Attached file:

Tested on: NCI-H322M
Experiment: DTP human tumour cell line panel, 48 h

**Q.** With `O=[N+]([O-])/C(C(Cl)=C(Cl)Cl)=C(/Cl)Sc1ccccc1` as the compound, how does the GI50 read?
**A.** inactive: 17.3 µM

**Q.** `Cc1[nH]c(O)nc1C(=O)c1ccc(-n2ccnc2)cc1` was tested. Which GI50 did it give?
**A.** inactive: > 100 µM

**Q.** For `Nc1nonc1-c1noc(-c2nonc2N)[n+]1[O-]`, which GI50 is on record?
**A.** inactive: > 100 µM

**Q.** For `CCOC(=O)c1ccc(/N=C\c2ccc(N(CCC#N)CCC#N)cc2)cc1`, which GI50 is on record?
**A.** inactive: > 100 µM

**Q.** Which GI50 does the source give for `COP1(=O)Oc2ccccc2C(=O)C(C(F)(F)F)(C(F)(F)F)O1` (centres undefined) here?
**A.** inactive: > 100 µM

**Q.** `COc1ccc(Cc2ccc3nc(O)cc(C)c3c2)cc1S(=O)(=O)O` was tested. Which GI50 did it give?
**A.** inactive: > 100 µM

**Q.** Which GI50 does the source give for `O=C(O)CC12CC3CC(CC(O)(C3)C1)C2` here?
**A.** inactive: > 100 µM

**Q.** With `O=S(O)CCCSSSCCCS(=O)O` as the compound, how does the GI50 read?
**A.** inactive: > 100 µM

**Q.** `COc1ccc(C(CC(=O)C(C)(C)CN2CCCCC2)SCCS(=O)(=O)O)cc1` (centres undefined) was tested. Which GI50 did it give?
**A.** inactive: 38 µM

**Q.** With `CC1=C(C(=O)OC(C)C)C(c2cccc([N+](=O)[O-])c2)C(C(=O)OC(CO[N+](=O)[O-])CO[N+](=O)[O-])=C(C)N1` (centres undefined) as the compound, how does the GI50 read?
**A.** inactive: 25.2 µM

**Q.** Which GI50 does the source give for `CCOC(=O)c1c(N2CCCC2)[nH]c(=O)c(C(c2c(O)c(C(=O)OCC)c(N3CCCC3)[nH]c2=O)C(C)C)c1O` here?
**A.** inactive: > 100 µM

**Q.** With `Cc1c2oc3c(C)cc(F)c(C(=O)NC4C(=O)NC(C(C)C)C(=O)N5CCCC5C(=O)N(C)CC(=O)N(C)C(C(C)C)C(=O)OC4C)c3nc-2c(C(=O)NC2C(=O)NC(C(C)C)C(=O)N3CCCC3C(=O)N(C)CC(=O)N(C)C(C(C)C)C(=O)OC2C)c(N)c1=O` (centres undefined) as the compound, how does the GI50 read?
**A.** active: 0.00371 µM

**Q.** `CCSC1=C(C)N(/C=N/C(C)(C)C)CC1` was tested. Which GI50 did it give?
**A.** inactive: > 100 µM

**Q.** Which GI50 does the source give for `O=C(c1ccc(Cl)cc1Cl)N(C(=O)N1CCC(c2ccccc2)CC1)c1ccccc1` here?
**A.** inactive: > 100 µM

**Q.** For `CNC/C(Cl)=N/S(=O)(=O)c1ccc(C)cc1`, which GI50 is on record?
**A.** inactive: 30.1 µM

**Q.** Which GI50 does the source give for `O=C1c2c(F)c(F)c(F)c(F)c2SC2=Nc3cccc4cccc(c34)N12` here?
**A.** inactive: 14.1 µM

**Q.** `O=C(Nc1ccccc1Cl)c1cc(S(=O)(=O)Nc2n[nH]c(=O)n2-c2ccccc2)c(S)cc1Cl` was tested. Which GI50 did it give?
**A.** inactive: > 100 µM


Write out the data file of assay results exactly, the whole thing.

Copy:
Tested on: NCI-H322M
Experiment: DTP human tumour cell line panel, 48 h

**Q.** With `O=[N+]([O-])/C(C(Cl)=C(Cl)Cl)=C(/Cl)Sc1ccccc1` as the compound, how does the GI50 read?
**A.** inactive: 17.3 µM

**Q.** `Cc1[nH]c(O)nc1C(=O)c1ccc(-n2ccnc2)cc1` was tested. Which GI50 did it give?
**A.** inactive: > 100 µM

**Q.** For `Nc1nonc1-c1noc(-c2nonc2N)[n+]1[O-]`, which GI50 is on record?
**A.** inactive: > 100 µM

**Q.** For `CCOC(=O)c1ccc(/N=C\c2ccc(N(CCC#N)CCC#N)cc2)cc1`, which GI50 is on record?
**A.** inactive: > 100 µM

**Q.** Which GI50 does the source give for `COP1(=O)Oc2ccccc2C(=O)C(C(F)(F)F)(C(F)(F)F)O1` (centres undefined) here?
**A.** inactive: > 100 µM

**Q.** `COc1ccc(Cc2ccc3nc(O)cc(C)c3c2)cc1S(=O)(=O)O` was tested. Which GI50 did it give?
**A.** inactive: > 100 µM

**Q.** Which GI50 does the source give for `O=C(O)CC12CC3CC(CC(O)(C3)C1)C2` here?
**A.** inactive: > 100 µM

**Q.** With `O=S(O)CCCSSSCCCS(=O)O` as the compound, how does the GI50 read?
**A.** inactive: > 100 µM

**Q.** `COc1ccc(C(CC(=O)C(C)(C)CN2CCCCC2)SCCS(=O)(=O)O)cc1` (centres undefined) was tested. Which GI50 did it give?
**A.** inactive: 38 µM

**Q.** With `CC1=C(C(=O)OC(C)C)C(c2cccc([N+](=O)[O-])c2)C(C(=O)OC(CO[N+](=O)[O-])CO[N+](=O)[O-])=C(C)N1` (centres undefined) as the compound, how does the GI50 read?
**A.** inactive: 25.2 µM

**Q.** Which GI50 does the source give for `CCOC(=O)c1c(N2CCCC2)[nH]c(=O)c(C(c2c(O)c(C(=O)OCC)c(N3CCCC3)[nH]c2=O)C(C)C)c1O` here?
**A.** inactive: > 100 µM

**Q.** With `Cc1c2oc3c(C)cc(F)c(C(=O)NC4C(=O)NC(C(C)C)C(=O)N5CCCC5C(=O)N(C)CC(=O)N(C)C(C(C)C)C(=O)OC4C)c3nc-2c(C(=O)NC2C(=O)NC(C(C)C)C(=O)N3CCCC3C(=O)N(C)CC(=O)N(C)C(C(C)C)C(=O)OC2C)c(N)c1=O` (centres undefined) as the compound, how does the GI50 read?
**A.** active: 0.00371 µM

**Q.** `CCSC1=C(C)N(/C=N/C(C)(C)C)CC1` was tested. Which GI50 did it give?
**A.** inactive: > 100 µM

**Q.** Which GI50 does the source give for `O=C(c1ccc(Cl)cc1Cl)N(C(=O)N1CCC(c2ccccc2)CC1)c1ccccc1` here?
**A.** inactive: > 100 µM

**Q.** For `CNC/C(Cl)=N/S(=O)(=O)c1ccc(C)cc1`, which GI50 is on record?
**A.** inactive: 30.1 µM

**Q.** Which GI50 does the source give for `O=C1c2c(F)c(F)c(F)c(F)c2SC2=Nc3cccc4cccc(c34)N12` here?
**A.** inactive: 14.1 µM

**Q.** `O=C(Nc1ccccc1Cl)c1cc(S(=O)(=O)Nc2n[nH]c(=O)n2-c2ccccc2)c(S)cc1Cl` was tested. Which GI50 did it give?
**A.** inactive: > 100 µM